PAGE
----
1. Gbotosho GO, Folarin OA, Bustamante C, da Silva Luis HP, Mesquita E, Sowunmi A, Zalis MG, Oduola AMJ, Happi CT: Short report: different patterns of pfcrt and pfmdr1 polymorphisms in P. falciparum isolates from Nigeria and Brazil: the potential role of anti-malarial drug selection pressure.

    Am J Trop Med Hyg 2012, 86:211-213. OpenURL

  2. Alene GD, Bennett S: Chloroquine resistance of Plasmodium falciparum malaria in Ethiopia and Eritrea.

    Trop Med Int Health 1996, 1:810-815. OpenURL

  3. Jima D, Tesfaye G, Medhin A, Kebede A, Argaw D, Babaniyi O: Efficacy of sulfadoxine-pyrimethamine for the treatment of uncomplicated falciparum malaria in Ethiopia.

    East Afr Med J 2005, 82:391-395. OpenURL

  4. WHO: Guidelines for the treatment of malaria. Geneva: World Health Organization; 2011. OpenURL

  5. Federal Democratic Republic of Ethiopia Ministry of Health:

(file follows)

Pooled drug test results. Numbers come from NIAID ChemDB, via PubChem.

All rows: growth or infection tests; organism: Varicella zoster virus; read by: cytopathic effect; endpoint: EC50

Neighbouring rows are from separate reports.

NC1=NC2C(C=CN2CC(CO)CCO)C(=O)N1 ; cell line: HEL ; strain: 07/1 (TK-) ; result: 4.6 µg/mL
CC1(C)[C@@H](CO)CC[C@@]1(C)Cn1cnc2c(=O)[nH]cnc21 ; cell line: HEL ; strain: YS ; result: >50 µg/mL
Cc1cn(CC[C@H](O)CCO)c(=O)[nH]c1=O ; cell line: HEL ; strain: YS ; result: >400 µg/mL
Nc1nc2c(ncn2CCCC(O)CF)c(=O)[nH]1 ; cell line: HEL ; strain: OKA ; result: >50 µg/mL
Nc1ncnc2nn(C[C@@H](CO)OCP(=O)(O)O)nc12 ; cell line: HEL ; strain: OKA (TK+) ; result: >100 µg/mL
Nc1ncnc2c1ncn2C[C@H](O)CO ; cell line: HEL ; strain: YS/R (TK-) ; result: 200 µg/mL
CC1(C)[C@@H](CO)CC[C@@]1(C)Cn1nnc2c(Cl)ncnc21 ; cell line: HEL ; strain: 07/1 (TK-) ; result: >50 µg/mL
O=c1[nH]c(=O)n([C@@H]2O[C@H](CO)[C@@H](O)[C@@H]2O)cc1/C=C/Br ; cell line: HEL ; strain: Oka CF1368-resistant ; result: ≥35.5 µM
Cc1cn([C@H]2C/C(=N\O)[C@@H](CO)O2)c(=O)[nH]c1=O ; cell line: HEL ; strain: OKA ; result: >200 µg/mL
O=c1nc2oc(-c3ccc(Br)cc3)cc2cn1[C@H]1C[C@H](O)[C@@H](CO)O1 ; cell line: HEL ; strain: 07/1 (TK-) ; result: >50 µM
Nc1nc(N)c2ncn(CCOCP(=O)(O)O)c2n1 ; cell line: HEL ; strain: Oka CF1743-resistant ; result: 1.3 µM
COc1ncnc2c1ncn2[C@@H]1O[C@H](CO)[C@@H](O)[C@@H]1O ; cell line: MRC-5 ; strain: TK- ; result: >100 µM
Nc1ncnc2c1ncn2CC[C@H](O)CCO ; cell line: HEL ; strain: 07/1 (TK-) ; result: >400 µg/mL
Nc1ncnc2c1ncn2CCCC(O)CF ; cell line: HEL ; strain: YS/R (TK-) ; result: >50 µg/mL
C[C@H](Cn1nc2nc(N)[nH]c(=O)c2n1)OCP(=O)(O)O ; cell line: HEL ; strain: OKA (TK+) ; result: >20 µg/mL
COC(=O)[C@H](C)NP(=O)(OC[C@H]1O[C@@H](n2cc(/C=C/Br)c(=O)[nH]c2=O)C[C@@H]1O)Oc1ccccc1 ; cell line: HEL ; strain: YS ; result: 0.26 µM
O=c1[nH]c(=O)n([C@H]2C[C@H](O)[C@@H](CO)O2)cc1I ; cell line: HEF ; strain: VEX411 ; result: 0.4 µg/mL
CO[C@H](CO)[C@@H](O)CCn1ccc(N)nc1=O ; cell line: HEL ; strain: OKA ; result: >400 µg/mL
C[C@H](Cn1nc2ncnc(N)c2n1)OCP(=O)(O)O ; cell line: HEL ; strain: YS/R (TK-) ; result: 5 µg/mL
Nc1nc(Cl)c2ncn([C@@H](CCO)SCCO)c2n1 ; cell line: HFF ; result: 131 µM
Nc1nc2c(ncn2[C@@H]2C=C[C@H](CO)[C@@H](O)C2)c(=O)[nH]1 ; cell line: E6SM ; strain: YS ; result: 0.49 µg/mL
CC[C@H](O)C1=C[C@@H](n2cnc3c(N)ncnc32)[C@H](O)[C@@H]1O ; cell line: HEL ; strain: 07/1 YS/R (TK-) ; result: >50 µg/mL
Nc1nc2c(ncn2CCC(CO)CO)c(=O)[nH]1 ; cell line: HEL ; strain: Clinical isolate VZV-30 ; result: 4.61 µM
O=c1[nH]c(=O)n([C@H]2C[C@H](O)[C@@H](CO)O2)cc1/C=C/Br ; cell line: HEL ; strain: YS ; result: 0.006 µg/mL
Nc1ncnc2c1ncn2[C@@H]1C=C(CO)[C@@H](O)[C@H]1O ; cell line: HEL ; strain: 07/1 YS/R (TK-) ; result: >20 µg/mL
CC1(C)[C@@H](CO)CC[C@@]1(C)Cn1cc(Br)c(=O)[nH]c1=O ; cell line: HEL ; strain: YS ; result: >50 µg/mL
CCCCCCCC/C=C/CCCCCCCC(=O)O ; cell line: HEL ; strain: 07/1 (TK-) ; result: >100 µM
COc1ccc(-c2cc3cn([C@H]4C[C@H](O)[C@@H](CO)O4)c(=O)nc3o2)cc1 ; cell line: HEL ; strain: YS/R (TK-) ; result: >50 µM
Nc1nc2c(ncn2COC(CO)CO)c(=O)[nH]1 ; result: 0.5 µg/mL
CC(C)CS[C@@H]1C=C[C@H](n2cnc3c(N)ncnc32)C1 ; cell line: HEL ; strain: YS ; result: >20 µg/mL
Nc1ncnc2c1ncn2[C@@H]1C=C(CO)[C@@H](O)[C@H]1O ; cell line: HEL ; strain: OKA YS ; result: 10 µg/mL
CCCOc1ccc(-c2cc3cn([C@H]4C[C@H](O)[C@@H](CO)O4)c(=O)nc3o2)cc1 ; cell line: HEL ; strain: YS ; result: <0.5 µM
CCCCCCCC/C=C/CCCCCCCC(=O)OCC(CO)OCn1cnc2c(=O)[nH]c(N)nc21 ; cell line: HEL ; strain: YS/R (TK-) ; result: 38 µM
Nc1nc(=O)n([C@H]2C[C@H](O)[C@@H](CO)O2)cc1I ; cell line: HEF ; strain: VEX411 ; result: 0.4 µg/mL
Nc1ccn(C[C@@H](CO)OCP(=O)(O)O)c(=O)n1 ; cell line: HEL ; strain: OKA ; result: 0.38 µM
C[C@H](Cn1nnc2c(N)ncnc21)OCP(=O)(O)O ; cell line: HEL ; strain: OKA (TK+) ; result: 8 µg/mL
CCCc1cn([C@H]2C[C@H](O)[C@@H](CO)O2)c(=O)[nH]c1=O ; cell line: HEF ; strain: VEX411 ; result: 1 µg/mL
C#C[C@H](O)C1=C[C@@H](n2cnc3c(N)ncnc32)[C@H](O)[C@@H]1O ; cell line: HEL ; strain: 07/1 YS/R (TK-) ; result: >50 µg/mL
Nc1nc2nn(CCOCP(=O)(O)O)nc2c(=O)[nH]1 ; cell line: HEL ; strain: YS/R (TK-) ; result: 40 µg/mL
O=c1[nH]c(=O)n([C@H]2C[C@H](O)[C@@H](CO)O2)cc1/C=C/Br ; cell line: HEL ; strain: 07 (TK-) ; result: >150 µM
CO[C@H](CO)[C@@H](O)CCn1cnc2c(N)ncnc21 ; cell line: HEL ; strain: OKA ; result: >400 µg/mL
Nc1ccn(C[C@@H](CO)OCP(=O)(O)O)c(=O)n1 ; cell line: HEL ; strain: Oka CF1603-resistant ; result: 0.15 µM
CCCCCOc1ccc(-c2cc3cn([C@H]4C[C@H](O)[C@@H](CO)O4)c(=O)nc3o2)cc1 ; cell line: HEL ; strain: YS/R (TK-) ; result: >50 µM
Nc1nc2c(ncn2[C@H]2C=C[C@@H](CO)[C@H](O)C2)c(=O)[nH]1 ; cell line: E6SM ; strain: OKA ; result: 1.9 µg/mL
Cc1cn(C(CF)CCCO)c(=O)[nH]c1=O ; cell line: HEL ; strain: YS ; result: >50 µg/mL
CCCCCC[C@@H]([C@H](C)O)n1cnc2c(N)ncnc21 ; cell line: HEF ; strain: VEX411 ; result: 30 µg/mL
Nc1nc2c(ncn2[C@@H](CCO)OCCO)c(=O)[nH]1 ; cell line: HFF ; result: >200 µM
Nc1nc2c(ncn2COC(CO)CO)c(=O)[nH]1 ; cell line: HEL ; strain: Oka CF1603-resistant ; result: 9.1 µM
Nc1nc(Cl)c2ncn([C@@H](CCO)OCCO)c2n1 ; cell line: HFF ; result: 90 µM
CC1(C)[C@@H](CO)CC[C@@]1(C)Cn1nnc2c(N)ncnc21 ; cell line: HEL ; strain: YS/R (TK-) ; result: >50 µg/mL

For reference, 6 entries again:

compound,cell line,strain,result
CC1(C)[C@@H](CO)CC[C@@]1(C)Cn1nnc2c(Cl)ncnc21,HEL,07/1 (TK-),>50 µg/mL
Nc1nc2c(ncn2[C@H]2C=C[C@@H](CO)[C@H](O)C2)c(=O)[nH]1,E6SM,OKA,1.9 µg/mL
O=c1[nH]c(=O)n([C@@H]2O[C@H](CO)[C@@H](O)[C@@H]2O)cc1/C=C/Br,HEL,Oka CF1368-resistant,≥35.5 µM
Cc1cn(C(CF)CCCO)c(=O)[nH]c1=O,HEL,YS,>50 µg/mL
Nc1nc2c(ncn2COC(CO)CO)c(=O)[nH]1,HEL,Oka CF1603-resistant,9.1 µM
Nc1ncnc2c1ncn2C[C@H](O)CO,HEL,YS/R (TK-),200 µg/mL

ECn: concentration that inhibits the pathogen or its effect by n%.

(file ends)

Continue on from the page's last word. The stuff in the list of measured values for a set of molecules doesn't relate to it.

National malaria guidelines. Third edition. 2012. OpenURL

  6. Djimdé A, Doumbo OK, Cortese JF, Kayentao K, Doumbo S, Diourte Y, Dicko A, Su XZ, Nomura T, Fidock DA, Wellems TE, Plowe CV, Coulibaly D: A molecular marker for chloroquine-resistant falciparum malaria.

    N Engl J Med 2001, 344:257-263. OpenURL

  7. Wongsrichanalai C, Meshnick SR: Declining artesunate-mefloquine efficacy against falciparum malaria on the Cambodia–Thailand.

    Emerg Infect Dis 2008, 14:716-719. OpenURL

  8. Wootton JC, Feng X, Ferdig MT, Cooper RA, Mu J, Baruch DI, Magill AJ, Su XZ: Genetic diversity and chloroquine selective sweeps in Plasmodium falciparum.

    Nature 2002, 418:320-323. OpenURL

  9. Mehlotra RK, Fujioka H, Roepe PD, Janneh O, Ursos LM, Jacobs-Lorena V, McNamara DT, Bockarie MJ, Kazura JW, Kyle DE, Fidock DA, Zimmerman PA: Evolution of a unique Plasmodium falciparum chloroquine-resistance phenotype in association with pfcrt polymorphism in Papua New Guinea and South America.

    Proc Natl Acad Sci U S A 2001, 98:12689-12694. OpenURL

  10. Chen N, Wilson DW, Pasay C, Bell D, Martin LB, Kyle D, Cheng Q: Origin and dissemination of chloroquine-resistant Plasmodium falciparum with mutant pfcrt alleles in the Philippines.